Lethbridge Herald (Newspaper) - March 4, 1971, Lethbridge, Alberta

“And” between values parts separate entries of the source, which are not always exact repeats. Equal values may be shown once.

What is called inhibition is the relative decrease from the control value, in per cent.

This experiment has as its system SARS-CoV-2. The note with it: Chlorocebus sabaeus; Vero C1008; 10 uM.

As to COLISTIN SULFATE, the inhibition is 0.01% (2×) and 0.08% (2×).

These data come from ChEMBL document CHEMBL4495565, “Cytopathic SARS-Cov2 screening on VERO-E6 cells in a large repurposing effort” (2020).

2 - THI LETHBRIDGE HERALD - Thursday, March 4, 1971 �-.-.- Egypt calls on Big Four help in Mid-East issue CAIRO (Reuter) - With only three days to go before the end of the Middle East ceasefire, the Egyptian government has called for a definite move by the Big Four powers to induce Israel to implement the Security Council resolution on the Middle East, the authoritative newspaper Al Ahram said today. Cairo will not be content with a mere statement of facts from representatives of the Big Four, scheduled to meet in New York today, but expects a "positive move by these states defining their stand towards Israel's refusal to reply to (Middle East envoy) Dr. Jarring's proposals and to withdraw completely from occupied territories," Al Ahram said. But the Big Four talks and U N Secretary General U Thant's report on developments in the negotiations were indefinitely postponed without formal explanation later today. Egypt's chief delegate to the United Nations, Dr. Mohamed Government faces trouble on its bilingualism policy VANCOUVER (CP) - The federal government will have trouble with its 15,000 professional civil servants if it continues its policy of bilingualism, Leslie Barnes, executive director of the professional institute of the Public Service of Canada, Nasser death may not have been natural TEL AVIV (Reuter) - Prof. Albert Sabin, American-born developer of oral polio vaccine, said today President Nasser of Egypt may have been killed by a dissident army group dissatisfied with Soviet policy. Sabin, president of the Israeli Wedzmann Institute of Science, said he was basing his theory on information received from a person connected with Egyptian army personnel who escaped from Egypt prior to Nasser's death. He said in an official statement released by the institute: "There is reason to suspect that Nasser did not die a natural death. "His death may have been caused by a dissident group of the Egyptian armed forces which is impatient with Russian policy of providing Egypt with help in the destruction of Israel but is not doing anything toward this end except by words and arms shipments." Nasser died Sept. 28. Egyptian officials said death was due to a heart attack. He was 52. said Wednesday. "We are in favor of bilingualism where the job needs bilingualism," Mr. Barnes said in an interview, "but the main problem is the way the federal government is implementing its policy." He said the government is trying to force civil servants into lerxning French and English as second languages too fast. Mr. Barnes said the institute is unhappy that some professional civil servants were laid off last summer, while the government has decided to hire 250 French - speaking persons this year. More than "0 per cent of the institute's members were French-speaking and the organization felt their numbers should be increased gradually. "Our morale is very low now and if nothing is done about it we can predict stormy weather ahead in the public service." Fined $2,600 in tax case EDMONTON (CP) - James A. Mickelsen of nearby Morin-ville was fined $2,600 on 10 income tax charges. Mickelsen pleaded guilty to nine charges' of filing false returns and one of wilfully evading payment of federal taxes on $22,795. Due taxes totalled $4,058. Court was told Mickelsen felt "as a working man I had paid enough taxes on my salary." Hassan el-Zayyat, had been told to inform U Thant that it would not be sufficient for the Big Four to issue a communique-no matter how strongly-worded. Dr. Zayyat had been told to stress that the Egyptian government expected the Big Four, as permanent members of the Security Council, to act together to make Israel implement the council resolution. MEETING SET Egypt's policy on the ceasefire with Israel will be decided at a crucial meeting to be held here later today between President Sadat and his top military and political advisers. Hees forecasts trouble over language rights MONTREAL (CP) - George Hees, trade minister in the Dief-enbaker government, said Wednesday he believes that if the Quebec government tried to diminish English-language rights in the province it could be the death of bilingualism across Canada. In a speech to a west-end Conservative association meeting, Mr. Hees said: "People in other provinces will say 'to hell with bilingualism' if Quebec tries to dtai-inish English language rights here." He added this could lead to "one of the worst dogfights Canada has ever seen." "As far as I'm concerned I don't know where Quebec Premier Robert Bourassa got the idea he could do this without amending the British North America Act. There have been no amendments to this act yet." Lift ban on Beatles JOHANNESBURG (Reuter) . - The South African Broadcasting Corp. has lifted a five-year ban on the Beatles and their music, imposed when John Len-non shocked religious circles by declaring that the group was more popular than Jesus. The decision to allow them back on the air was made because of their recent split. Every penny packs a lot of buying power when you take advantage of Hoyt's. . . Now In full swing . . . Shop for these great buys and also the many featured in the Pro Flier delivered to your home! HOUSEWARES CHINA DEPARTMENT AFTER DINNER COFFEES by Coalport. Reg. 3.50. A Q CI le SALE ............. * for i BONE CHINA TEA CUPS AND SAUCERS. Buy one at regular price and get 1 _ one of same value for.......... BIRTH RECORD SPOONS by 1847 Rogers Reg. 2.50 each. ^ 2 51 Bros, lc SALE TEA POTS by Sadler. Reg. 4.50 plus Tea Pot Stand (valued at 98c). M CI lc SALE - Get Both for only . . *T3 I WINE RACK (wooden) six bottle western style. Reg. 14.50 plus bottle cork remover (valued at 2.75). | M C| lc SALE-Oet Both for only . . I I.J I SOUFFLE OVEN DISHES. Sizes 3" to 8". Priced from 50c to 3.50. Buy one at regular price and receive one | _ of same value for ............. � � TEMPURA SET. Complete with drainer, skimmer and cook's chopsticks. Reg. 11.95 set plus aluminum gravy warmer and ladle (valued at 4.95. | | A* lc SALE-Get Both Sets for . . 1 I *� FONDUE POT (asst. colors). Reg. 7.95 value plus chocolate fondue pot with 4 forks (valued at 2.69). 7 Qi Jc SALE-Get Both for only .... * ��P BEER MUGS (clear) with thumb print design. Reg. 1.25 each. n 1 Oil lc SALE ............ * for l�*n 9 COFFEE MUGS (ice cream soda design). Asst. colors. Reg. 1.59. *% | #A lc SALE ............ * for I W FONDUE PLATES (asst. colors). Reg. 8.95 for set of 6 plus 6 fondue forks valued at 1.88. lc SALE-Get all 12 pieces for STEMWARE "Crosse and Olive". Regular 1.10 each. I) lc SALE ............. * f( 8.96 Regular 1 11 WICKER CLOTHES BASKETS. Reg. 5.49 value plus clothes pin bag and 3 doz. clothes pins (Reg. 1.49 value). C CA 1c SALE-Get All 3 for only . . . 3�3W WESTBEND 36 CUP ALUMINUM PARTY PERC. Reg. 19.95 value plus 6 stoneware coffee mugs valued at 1.19 each.il A ft/ le SALE-Get All 7 for only . . � ~�~0 COCOA MATS. Size 20"x33". Reg. 2.99 value plus Rubbermaid boot tray valued at 2.29. O AA lc SALE-Get Both for only... O.WU COUNSELOR BATHROOM SCALES. Priced from 5.95 up. Plus plastic bathroom vanity accessories priced from 1.19 to 2.10. 5.96 Get Both from and.UP t ENAMELLED CAST IRON COVERED CHICKEN FRYERS. Reg. 18.49 plus matching 2 egg fry pan valued at 3.69. | Q PA lc SALE-Get Both for only . . � O.jU PINT SIZE THERMOS. Reg. 2.29 value plus child's plastic lunch kit regular 1.59 value. A QA 1c SALE-Get Both for only ... X.OU PHILISHAVE TRIPLE HEAD ELECTRIC SHAVER. Reg. 29.95 value plus 4-oz. size pre-shave lotion valued at 1,50. lc SALE- A A QC Get Both for only ........ X7.7U AUTOMATIC ELECTRIC SCISSORS. Reg. 8.95 value plus chrome plated pinking shears valued at 3.50. Q Qf lc SALE-Get Both for only ... 0.70 Phone 327-5767 for Free City Delivery on orders over $5.00 OPEN TILL 9 P.M. THURS. AND FRI. NIGHTSI YOU ALWAYS DO BETTER AT -Hants' DOWNTOWN 606-608 3rd AVENUE SOUTH, LETHBRIDGE NEW HAT - A Canada gooio at Slackwater National Wildlife Refuge in Dorchester County on the Maryland Eastern Shore is ready for the Easter parade. The last goose in the trio picked up a chic bonnet, the plastic strap from a six-pack of beer. Refuge personnel said it was the third bird found snared in the plastic gadget this year. Legislature Roundup North farmers need help; native people short-changed EDMONTON (CP) - Farmers in northern Alberta need help and the area's native people have been short-changed by Alberta NewStart, the legislature was told Wednesday. An experimental project set up by the federal and provincial governments in 1967 to help underprivileged people, Alberta NewStart overspent its 1.7-million budget last year because of "flamboyant administration," said Dan Bouvier (SC-Lac La Biche). "The only ones to gain from the war on poverty were those fortunate enough to get on the staff." He said the emphasis had to be shifted from research to training and job placement. "The native people should not be used as guinea pigs in a research project from which they have little hope of ending up better off than they were before." f Alberta NewStart should be reorganized so it can keep in touch with the people and "ensure mat more money is spent on training than on administration." The northeast should be declared a special area and industry encouraged to come there. "The native people are not willing to move. We have no choice but to bring industry to the people." Mr. Bouvier said three consecutive crop failures have left farmers in his constituency in need of financial help to put in a crop. They need interest-free loans for a minimum of three years. Charles Drain (SC - Pinch-er Creek - Crowsnest) said Industrial development in rural areas could be encouraged if per-capita grants to municipalities were weighted in favor of rural areas. Bill Dickie (PC - Calgary Glenmore) said the government should re-examine the delegation of powers to boards and tribunals and re-assess the role of the individual member of the legislature. Mr. Dickie, one of 10 Progressive Conservatives in the 65-seat House, said the attorney - general should proceed with an aggressive campaign to seek and stamp out undesirable laws, protective provisions should be added to trust company legislation and an in-depth study should be made into the causes of traffic accidents. The government introduced eight bills for first reading, Worth denies charges commission ignored ACC EDMONTON (CP) - Dr. Walter Worth Wednesday denied charges that Alberta Chambers of Commerce were ignored by the Worth Commission on Educational Planning. The chambers were invited "well over a year ago" to present briefs to the commission when it travelled around the province last spring and staged public hearings, Dr. Worth said in an interview. R. W. Chapman of Edmonton, head of the education committee of the Alberta Chamber of Commerce, said Tuesday the commission was overloaded with teachers and that chambers were largely excluded from invitational seminars held by the commission. Only one of the 124 chambers in Alberta was asked to send a representative to each of the seminars and the representative chosen by that chamber was not allowed to attend as the inviting committee considered him "unsuitable," Mr; Chapman said. The dominance of teachers was ovemhelming, he said. Of the 31 members on three committees, 27 were teachers. Dr. Worth said three members of the eight-man commission board have "considerable" background in business. None of the major chambers have presented briefs to date, he added. The commission was willing to receive an Alberta Chamber brief even though all briefs were to be in by Dec. 31, 1970. one of which would set up a commission to administer hospital services, nursing homes and senior citizens' homes in the province. The Alberta Hospital Services Commission would have the power to order a plebiscite in cases where a hospital requisition against local taxpayers exceeds a certain amount. Two bills would give the province the right to borrow more money. The Alberta Loan Act, 1971, would allow borrowing of up to $50 million while a proposed amendment to the Alberta Municipal Financing Corp. Act would increase its borrowing limit by $100 million to $1.1 billion. In presenting a record' $1.2-billion budget to the legislature Friday night, provincial treasurer A. O. Aalborg said the government would have to borrow about $80 million to meet a $16G-million deficit expected in its capital account. In other business a special legislative committee was recommended to investigate the Security Trust Co. collapse in 1969. The company was placed in receivership by the government in December, 1968, and ceased operations in September, 1969. No money has yet been paid to shareholders, said Bill Dickie (PC - Calgary Glenmore). Mr. Dickie proposed a committee to look into the company's affairs "with a view to determining the effect of public statements by elected representatives in 1967." He then produced transcripts from the 1967 session of the legislature when former Premier Ernest Manning denied newspaper reports the Alberta government was worried about shaky trust companies. Mr. Dickie said Security Trust lost $1.1 million in 1967 and asked what effect the statements in the legislature had on people purchasing shares. He referred to one man who told Mr. Dickie he invested $18,000 with the company. He also asked the attorney-general to look into problems of "selective enforcement" of laws. 4 W/f THE LETHBRIDGE FIGURE SKATING CLUB Is proud to present THE , "NUT CRACKER" Fri., March 5th - 8:00 p.m. Sat., March 6th - 2 and 8 p.m. in the LETHBRIDGE ARENA FEATURING: 150 LOCAL SKATERS TICKETS ON SALE AT THE DOOR Guest Artist- DON JACKSON "The greatest skater in the world" India withdraws from ocean study NEW DELHI (Reuter) - India has withdrawn from an eight-nation Commonwealth study group on Indian Ocean security that includes Canada in protest against the British sale of helicopters to South Africa, the government disclosed today. Storm slams into Quebec By THE CANADIAN PRESS Swirling, drifting snow slammed into Quebec province today, the fourth major storm in less than three weeks sending snow accumulation for the winter to near-record levels. Montreal International Airport reported nearly eight inches of snow had fallen by 7 p.m. MST. Four or five inches more were predicted during the day. The Montreal weather office, which has been keeping records since 1941, says today's fall would send the season accumulation to more than 130 inches, Just under the post-war record of 138.7 in 1946-47. Motorists were urged to leave ears at home. Schools were closed. Flights from Montreal International Airport were cancelled. Highway travel was virtually banned. Bus terminals were shut down. Chevalier centre of nostalgia LONDON (Reuter) - French entertainer Maurice Chevalier, 82, was the centre of a nostalgic gathering of British stage and screen celebrities Wednesday when he attended a luncheon to mark the English publication of his memoirs. The government released a speech made last Monday by the Indian delegate to the Commission of Human Rights in Geneva stating that India would not take part in the study group. The delegate, Leela Damo-dara Menon, said India had told Britain that it would leave the 6tudy group unless Britain gave assurances that it would not take action to supply arms to South Africa until the group had reported. "The United Kingdom govern, ment have rejected this' suggestion. We will accordingly not take part in the study group." Her speech, which was not reported in the Indian press, was the first announcement of India's withdrawal from the group set up at the Singapore conference of Commonwealth leaders last January. At the time, the creation of the group was seen in some quarters' as a compromise measure to keep black African states from staging a walkout- or even a breakaway from the Commonwealth-over the hotly-controversial arms issue. Reds boycott peace talks PARIS (Reuter) - The North Vietnamese and Viet Cong chief delegates boycotted today's session of the Vietnam peace talks in protest against American air attacks on North Vietnam. They sent their deputies to register protests at the 105th weekly session of the negotia-itons. The gesture followed statements issued by chief Hanoi negotiator Xuan Thuy and the Viet Cong chief delegate Mrs. Ngo-yen Thi Binh, saying the Nixon administration i s preparing "new military moves" against North Vietnam. GENERAL FARM SUPPLIES PRESENTS THE r �' � � Weather and road report oq above i9.no ZERO AT 1f'UUlTOON SUNRISE FRIDAY 7:07 SUNSET 6:20 H L Pre Lethbridge .... .. 35 17. Pincher Creek . . . 36 18 .04 Waterton...... . 29 17 Medicine Hat ... . 39 18 Edmonton..... . . 33 7 # t Grande Prairie . .. 33 3 _ t 1 .01 Calgary...... 34 13 , , Cranbrook ..... . . 34 13 Victoria...... . . 39 30 .19 Penticton...... . . 39 20 .04 Prince Goerge .. . . 33 5 . ., 40 28 Saskatoon ..... . . 30 5 Regina....... . 36 14 Winnipeg...... . 33 19 Toronto...... . 20 13 .02 20 .44 Montreal...... . 26 22 .48 St. John's...... . 26 20 .01 23 Charlottetown .. . . 25 15 , , Fredericton ... . 31 21 New York..... . . 39 33 .85 . . 87 50. Los Angeles..... 66 49 .. Las Vegas....... 57 33 .. Rome ... �......34 42 .. Paris ........... 22 36 .. London.......... 28 37 .. Berlin.......... 10 21 .. Amsterdam ...... 12 28 .. Madrid........ 33 48 .. Stockholm....... 17 30 .. Tokyo.......... 39 51 ... FORECAST: s Lethbridge - Today: Isolated snowflurries. Lows tonight 15-20. Friday*. Cloudy periods. Highs 20-25. Medicine Hat - Today: Cloudy periods. Friday: periods of light snow. Lows 15-20. Highs near 25. Calgary - Today: Periods of light snow. Lows 10-15. Friday: Frequent sunny periods. Highs 10-20. Columbia, Kootenay - Today and Friday: Mostly cloudy with a few snowflurries. Clearing periods overnight. Highs today and Friday in 30s, except 15-20 in the Columbia district. Lows tonight 12-20, except near zero in Columbia district. IRRIGATION On Display In Our Showroom Now # A & M Irrigation Fittings # Buckner and Rain Sprinklers # Alcan Irrigation Tubing # AC and Chrysler Pumping Units Come in and meet our sales representatives: "CALE" HARRIS "DICK" ORSTEN "BERT" ERICKSON GENERAL FARM SUPPLIES COUTTS HIGHWAY PHONE 327-3165 LETHBRIDGE, ALTA. P.O. BOX 1202 OFFICIAL AS AT 9:00 A.M. TODAY COURTESV OF A MA Highway 2, Carway to Nan-1 ton, there are icy sections. Highway 3 east, mostly bare and dry with a few icy sections. Highway 3 west from Fort I Macleod to the B.C. border has icy sections. Highway 4, mostly bare and dry with icy sections around New Dayton. Highway 5, icy sections around Welling. Mountain View to Waterton there are icy sections. Pincher Creek to Water-ton, long icy sections. PORTS OF ENTRY (Opening and Closing Times): Coutts 24 hours: Carway 9 a.m. to 6 p.m. MST. Del Bonita 9 a.m. to 6 p.m.; Rooseville, B.C. 9 a.m. to 6 p.m.; Kingsgate, B."., 24 hours; PorthUl-Rykerts 8 a.m. to midnight. Chief Mountain closed. Wildborse, 8 a.m. to 5 p.m.